Annual parade kicks off DuPage County Fair's 5-day run
Laughing and cheering, people crowded around the midway of the DuPage County Fairgrounds to watch the DuPage County Fair kick off its five-day run Wednesday with a parade.
Leading the line were the horses and goats that can be seen throughout the fair, along with a sampling of the other attractions the fair offers this year.
Many cheered for The Pack Drumline and Dance Crew as its dancers moved to the beat of the music, while the West Suburban Home School Marching Band performed, extreme pogo stick riders flipped through the air, and tall tractors moved along the road.
Following all of this was a clown waving to the crowd in a small red car.
Even with all of these sights, for Nichelle King, of Glendale Heights, the main event was seeing the West Suburban Home School Marching band. Her son Zachary, 16, plays the trombone.
The West Suburban Home School Marching band, according to Chuck Ingraham, president of the DuPage County Fair Association, was more than pleased to be a part of the opening ceremonies, and learned a few more numbers to be able to march in the parade this year.
"There's a well of pride that my son's in there," Nichelle King said. "To have them play the opening ceremony songs, the 'Star Spangled Banner' and 'God Bless America,' it's very nice to witness that and listen to it. They're phenomenal, in my opinion."
Zachary has been playing in the band since he was nine years old, and King has been coming to watch him in the opening ceremonies for the last five years.
"The younger kids and I will enjoy the rides while he's rehearsing," King said.
Even after all these years playing with the band, Zachary is still thrilled to be a part of the DuPage County Fair.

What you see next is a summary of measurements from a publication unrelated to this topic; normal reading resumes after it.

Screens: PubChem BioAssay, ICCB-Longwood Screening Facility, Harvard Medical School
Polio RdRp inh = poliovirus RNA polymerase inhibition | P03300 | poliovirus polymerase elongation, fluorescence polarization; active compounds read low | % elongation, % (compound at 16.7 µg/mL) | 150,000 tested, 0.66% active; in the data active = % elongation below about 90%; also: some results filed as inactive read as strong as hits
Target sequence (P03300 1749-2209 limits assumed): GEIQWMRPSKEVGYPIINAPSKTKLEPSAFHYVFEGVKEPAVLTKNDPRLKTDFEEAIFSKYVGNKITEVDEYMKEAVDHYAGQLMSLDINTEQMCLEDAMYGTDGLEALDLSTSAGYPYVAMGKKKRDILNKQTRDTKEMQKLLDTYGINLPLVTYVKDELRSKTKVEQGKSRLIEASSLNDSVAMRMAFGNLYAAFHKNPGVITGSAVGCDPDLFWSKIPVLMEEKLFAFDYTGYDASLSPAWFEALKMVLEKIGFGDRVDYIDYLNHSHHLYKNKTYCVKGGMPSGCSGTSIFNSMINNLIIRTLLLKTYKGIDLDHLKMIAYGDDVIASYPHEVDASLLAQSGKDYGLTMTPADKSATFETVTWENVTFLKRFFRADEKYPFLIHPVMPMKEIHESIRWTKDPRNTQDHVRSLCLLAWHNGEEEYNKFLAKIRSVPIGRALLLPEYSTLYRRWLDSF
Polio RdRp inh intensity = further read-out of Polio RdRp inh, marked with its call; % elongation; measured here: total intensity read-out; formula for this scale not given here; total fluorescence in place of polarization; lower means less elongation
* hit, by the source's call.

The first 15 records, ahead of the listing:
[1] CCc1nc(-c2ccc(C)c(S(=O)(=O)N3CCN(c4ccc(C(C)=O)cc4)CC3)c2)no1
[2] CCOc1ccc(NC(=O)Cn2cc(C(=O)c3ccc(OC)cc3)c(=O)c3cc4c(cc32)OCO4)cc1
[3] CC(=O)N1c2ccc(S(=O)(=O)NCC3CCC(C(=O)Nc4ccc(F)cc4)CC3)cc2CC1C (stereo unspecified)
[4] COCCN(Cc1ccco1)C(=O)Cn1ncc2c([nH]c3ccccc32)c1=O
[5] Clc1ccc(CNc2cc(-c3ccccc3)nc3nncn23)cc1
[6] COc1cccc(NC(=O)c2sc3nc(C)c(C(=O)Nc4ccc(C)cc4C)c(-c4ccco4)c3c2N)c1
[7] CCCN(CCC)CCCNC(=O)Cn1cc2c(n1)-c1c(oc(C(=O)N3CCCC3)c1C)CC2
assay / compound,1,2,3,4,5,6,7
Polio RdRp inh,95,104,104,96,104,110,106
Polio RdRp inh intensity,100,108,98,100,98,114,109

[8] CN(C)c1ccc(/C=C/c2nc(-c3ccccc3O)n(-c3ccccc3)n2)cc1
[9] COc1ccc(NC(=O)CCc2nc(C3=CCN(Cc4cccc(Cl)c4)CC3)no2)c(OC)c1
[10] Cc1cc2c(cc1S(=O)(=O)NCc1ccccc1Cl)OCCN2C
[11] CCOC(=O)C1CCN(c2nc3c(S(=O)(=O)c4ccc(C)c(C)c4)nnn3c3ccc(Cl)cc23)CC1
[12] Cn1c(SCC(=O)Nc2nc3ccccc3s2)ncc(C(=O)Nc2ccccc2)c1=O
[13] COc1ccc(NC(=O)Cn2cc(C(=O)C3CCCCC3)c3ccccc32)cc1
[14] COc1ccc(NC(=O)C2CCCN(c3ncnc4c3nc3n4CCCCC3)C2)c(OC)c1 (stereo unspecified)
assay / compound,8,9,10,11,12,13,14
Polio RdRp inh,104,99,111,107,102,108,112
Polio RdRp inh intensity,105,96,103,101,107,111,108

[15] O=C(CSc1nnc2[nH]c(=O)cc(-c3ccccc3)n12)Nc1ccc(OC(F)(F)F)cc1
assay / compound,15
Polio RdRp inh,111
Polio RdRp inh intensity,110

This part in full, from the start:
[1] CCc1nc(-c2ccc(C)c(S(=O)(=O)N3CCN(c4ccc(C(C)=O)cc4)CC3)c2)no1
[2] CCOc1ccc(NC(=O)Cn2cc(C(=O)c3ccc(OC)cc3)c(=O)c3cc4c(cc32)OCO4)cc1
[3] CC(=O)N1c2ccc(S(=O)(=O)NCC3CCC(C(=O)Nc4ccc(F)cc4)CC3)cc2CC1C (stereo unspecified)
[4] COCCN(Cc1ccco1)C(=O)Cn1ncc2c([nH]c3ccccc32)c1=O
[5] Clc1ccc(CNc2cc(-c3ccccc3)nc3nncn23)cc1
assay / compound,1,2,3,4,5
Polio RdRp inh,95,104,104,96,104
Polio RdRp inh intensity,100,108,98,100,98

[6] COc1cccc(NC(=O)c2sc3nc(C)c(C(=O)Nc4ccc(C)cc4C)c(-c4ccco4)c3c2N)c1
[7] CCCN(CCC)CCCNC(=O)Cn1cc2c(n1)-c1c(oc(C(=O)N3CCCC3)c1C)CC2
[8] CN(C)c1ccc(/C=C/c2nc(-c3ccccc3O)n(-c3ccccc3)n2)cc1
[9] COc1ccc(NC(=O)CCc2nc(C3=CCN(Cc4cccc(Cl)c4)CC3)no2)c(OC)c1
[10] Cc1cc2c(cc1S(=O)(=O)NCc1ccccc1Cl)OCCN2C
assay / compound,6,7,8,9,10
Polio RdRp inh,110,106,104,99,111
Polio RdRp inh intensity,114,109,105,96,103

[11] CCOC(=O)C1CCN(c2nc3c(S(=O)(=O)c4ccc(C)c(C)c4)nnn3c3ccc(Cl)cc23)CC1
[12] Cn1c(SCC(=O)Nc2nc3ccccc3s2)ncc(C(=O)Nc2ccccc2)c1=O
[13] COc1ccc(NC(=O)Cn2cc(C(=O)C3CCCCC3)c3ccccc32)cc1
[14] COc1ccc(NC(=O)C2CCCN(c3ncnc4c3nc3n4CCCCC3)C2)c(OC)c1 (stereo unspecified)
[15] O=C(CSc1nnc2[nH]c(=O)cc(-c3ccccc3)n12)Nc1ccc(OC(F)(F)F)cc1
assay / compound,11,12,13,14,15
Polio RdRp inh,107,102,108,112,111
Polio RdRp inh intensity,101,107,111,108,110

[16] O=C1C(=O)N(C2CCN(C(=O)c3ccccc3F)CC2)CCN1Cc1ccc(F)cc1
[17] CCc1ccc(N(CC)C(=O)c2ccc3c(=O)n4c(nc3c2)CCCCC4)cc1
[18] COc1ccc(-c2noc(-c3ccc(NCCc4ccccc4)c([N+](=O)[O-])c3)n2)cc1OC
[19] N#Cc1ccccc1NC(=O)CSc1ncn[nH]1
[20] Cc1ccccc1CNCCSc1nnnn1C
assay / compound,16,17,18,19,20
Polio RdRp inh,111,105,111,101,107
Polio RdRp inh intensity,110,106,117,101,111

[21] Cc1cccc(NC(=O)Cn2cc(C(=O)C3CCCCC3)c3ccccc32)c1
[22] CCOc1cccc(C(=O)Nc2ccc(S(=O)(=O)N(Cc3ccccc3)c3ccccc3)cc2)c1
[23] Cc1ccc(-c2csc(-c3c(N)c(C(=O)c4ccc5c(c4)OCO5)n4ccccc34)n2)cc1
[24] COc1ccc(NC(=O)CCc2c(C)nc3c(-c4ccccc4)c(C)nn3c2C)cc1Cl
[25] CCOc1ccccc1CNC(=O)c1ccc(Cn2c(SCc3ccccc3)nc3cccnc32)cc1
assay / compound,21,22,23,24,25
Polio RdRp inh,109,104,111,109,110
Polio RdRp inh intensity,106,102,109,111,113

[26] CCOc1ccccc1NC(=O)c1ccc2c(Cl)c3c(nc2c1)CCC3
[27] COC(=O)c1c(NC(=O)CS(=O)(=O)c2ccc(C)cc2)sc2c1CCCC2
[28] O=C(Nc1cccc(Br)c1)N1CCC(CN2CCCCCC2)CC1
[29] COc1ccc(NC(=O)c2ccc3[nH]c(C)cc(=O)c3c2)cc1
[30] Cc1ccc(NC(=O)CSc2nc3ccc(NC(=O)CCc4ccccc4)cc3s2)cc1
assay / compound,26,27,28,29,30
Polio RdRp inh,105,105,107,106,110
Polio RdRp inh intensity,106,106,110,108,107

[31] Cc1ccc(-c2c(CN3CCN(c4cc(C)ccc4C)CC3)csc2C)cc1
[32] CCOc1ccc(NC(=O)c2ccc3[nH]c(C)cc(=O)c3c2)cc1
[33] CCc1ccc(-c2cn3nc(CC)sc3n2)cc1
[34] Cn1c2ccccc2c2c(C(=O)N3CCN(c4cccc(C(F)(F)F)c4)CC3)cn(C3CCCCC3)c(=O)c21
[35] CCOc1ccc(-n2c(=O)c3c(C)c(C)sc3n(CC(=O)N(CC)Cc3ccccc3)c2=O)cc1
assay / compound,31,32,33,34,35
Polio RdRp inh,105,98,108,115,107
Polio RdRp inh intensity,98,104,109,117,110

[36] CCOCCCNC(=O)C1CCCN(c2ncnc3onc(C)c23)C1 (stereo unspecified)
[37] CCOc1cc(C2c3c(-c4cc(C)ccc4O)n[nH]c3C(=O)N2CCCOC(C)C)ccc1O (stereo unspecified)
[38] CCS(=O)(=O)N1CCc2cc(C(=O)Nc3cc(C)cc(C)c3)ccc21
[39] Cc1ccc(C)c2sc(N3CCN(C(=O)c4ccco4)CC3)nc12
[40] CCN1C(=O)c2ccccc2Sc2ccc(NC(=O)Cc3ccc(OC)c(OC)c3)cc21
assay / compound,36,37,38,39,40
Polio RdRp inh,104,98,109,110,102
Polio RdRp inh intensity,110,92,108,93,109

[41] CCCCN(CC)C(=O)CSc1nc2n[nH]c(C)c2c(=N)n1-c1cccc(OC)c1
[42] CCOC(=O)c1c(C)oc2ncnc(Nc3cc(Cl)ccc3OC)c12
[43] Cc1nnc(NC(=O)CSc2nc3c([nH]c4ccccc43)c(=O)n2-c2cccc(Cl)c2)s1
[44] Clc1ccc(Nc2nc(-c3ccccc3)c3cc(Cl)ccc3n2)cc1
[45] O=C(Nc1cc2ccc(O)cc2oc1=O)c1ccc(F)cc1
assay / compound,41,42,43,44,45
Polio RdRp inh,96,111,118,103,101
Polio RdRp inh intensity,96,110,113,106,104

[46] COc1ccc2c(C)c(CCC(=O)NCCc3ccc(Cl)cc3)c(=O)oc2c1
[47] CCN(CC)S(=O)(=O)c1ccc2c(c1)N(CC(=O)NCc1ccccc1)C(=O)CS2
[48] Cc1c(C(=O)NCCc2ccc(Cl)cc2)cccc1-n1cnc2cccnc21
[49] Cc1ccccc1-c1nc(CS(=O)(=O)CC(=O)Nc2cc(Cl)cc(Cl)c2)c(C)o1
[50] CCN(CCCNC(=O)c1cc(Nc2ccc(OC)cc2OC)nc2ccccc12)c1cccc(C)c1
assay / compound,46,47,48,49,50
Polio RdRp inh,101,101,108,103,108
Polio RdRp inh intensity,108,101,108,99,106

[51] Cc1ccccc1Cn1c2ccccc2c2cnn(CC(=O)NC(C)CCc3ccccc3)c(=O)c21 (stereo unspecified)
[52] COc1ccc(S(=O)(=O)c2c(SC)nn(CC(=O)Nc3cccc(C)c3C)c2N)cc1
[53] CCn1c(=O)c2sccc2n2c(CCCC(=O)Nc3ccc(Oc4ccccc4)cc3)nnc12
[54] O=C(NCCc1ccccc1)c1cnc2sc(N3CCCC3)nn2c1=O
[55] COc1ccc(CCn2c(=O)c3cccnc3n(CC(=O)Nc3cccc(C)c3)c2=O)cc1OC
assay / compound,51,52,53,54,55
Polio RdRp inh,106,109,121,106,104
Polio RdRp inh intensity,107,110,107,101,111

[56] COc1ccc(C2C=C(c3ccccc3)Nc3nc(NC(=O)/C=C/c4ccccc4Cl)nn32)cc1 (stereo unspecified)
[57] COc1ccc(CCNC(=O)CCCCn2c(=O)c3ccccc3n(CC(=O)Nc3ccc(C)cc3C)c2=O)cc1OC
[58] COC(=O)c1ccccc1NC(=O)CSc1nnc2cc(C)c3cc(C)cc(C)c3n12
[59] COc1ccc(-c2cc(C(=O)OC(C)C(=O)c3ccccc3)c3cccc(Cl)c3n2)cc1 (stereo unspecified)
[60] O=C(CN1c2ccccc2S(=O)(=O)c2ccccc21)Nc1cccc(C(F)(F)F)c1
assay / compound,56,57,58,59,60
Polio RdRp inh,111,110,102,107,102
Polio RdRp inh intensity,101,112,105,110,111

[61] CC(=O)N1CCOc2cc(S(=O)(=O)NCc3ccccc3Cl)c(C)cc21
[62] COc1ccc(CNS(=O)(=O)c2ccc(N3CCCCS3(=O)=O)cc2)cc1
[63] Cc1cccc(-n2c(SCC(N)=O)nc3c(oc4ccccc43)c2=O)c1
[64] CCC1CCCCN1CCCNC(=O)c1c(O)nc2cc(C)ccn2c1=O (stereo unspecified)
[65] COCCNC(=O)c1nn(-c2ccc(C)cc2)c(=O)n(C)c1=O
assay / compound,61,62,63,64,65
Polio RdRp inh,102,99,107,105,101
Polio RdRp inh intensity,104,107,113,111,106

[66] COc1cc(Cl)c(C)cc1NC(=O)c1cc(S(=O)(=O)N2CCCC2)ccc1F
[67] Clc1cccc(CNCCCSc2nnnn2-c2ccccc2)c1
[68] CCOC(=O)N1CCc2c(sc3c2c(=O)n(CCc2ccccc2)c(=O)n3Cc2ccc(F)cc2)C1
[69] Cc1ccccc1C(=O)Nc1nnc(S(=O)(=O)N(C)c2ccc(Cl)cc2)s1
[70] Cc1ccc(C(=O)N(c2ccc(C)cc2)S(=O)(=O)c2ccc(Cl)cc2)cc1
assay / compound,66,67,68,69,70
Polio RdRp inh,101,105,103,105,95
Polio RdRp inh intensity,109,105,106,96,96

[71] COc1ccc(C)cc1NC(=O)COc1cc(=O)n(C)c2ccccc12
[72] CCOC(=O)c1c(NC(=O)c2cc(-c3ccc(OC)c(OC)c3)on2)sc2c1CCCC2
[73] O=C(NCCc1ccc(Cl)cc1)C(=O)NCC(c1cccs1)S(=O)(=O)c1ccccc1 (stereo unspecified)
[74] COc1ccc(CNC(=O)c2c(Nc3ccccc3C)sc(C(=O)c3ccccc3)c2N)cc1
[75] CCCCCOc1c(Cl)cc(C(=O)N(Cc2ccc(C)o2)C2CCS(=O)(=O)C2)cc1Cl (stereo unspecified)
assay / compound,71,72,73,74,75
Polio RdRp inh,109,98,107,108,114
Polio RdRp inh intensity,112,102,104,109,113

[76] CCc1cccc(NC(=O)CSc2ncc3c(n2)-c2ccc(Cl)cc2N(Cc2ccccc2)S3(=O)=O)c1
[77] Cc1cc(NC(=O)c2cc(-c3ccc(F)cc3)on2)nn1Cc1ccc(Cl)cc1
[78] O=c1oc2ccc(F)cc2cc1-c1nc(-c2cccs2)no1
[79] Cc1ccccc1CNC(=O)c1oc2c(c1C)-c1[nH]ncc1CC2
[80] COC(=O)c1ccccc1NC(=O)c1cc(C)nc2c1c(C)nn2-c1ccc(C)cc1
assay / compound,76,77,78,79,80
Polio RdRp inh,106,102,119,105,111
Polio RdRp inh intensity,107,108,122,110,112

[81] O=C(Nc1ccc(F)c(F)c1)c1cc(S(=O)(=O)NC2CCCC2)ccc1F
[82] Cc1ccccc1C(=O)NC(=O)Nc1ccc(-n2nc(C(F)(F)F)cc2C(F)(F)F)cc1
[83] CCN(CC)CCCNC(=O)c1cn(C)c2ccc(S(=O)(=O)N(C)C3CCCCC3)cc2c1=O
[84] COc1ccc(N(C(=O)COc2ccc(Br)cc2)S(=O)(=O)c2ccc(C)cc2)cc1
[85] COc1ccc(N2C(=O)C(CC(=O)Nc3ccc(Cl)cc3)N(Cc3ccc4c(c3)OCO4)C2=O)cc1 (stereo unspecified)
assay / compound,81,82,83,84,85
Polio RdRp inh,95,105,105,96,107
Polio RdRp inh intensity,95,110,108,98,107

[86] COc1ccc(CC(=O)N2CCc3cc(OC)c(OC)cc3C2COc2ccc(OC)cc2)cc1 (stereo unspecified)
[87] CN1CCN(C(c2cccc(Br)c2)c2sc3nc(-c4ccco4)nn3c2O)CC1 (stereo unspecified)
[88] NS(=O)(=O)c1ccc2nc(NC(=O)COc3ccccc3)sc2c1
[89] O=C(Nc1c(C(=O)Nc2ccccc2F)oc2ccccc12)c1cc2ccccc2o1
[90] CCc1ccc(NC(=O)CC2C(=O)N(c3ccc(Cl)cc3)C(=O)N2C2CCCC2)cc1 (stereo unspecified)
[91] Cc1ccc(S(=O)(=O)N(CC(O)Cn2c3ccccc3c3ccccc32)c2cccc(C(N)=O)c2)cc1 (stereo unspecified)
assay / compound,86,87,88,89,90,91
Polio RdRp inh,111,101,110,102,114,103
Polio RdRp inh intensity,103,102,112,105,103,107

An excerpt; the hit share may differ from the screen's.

"This is the height of his summer," King says.
For the members of the band, she said, being in these parades is a way to come together and be social. During the school year, the band practices once a week, but when it comes time for their summer season, they only have a week of practice before they go to parades around the area.
"Considering that they've only practiced for a week together during the summer then go to all these parades, it's pretty amazing what they can do," King said.
With her daughters eager to walk around the fair and see the animals and go on the rides, King only had one qualm about the opening day. "It's very hot," she said.
Noreen Chechopoulos, of Wheaton, and her sons Paul, 14, and Kevin, 11, have made a tradition of coming to the fair since the kids were babies. Noreen even has a picture of each of her sons going on every ride the DuPage County Fair has to offer. With all their fair experience, the family has found different ways to beat the heat of the fair's first day.
Lemonade is the key, Noreen says.
"I wore a lot of deodorant, so I'm fine," Paul added.
Though they missed the parade, the boys still had a fun time, with each of them winning a stuffed emoji at the carnival games.
To beat the heat and to make sure fair directors could make the parade, it was moved from previous years' time slot of 11 a.m. to 4:30 p.m.
"Nobody wants the sun beating down on you," Ingraham said.
Also starting off the festivities was an opening ceremony, with a flag-raising by DuPage County Marines, and various volunteers were recognized for their work with the fair.
State Senator Tom Cullerton, a Villa Park Democrat, and DuPage County Board member Sean Noonan spoke, along with Ingraham and manager of the DuPage County Fair Association, Jim McGuire.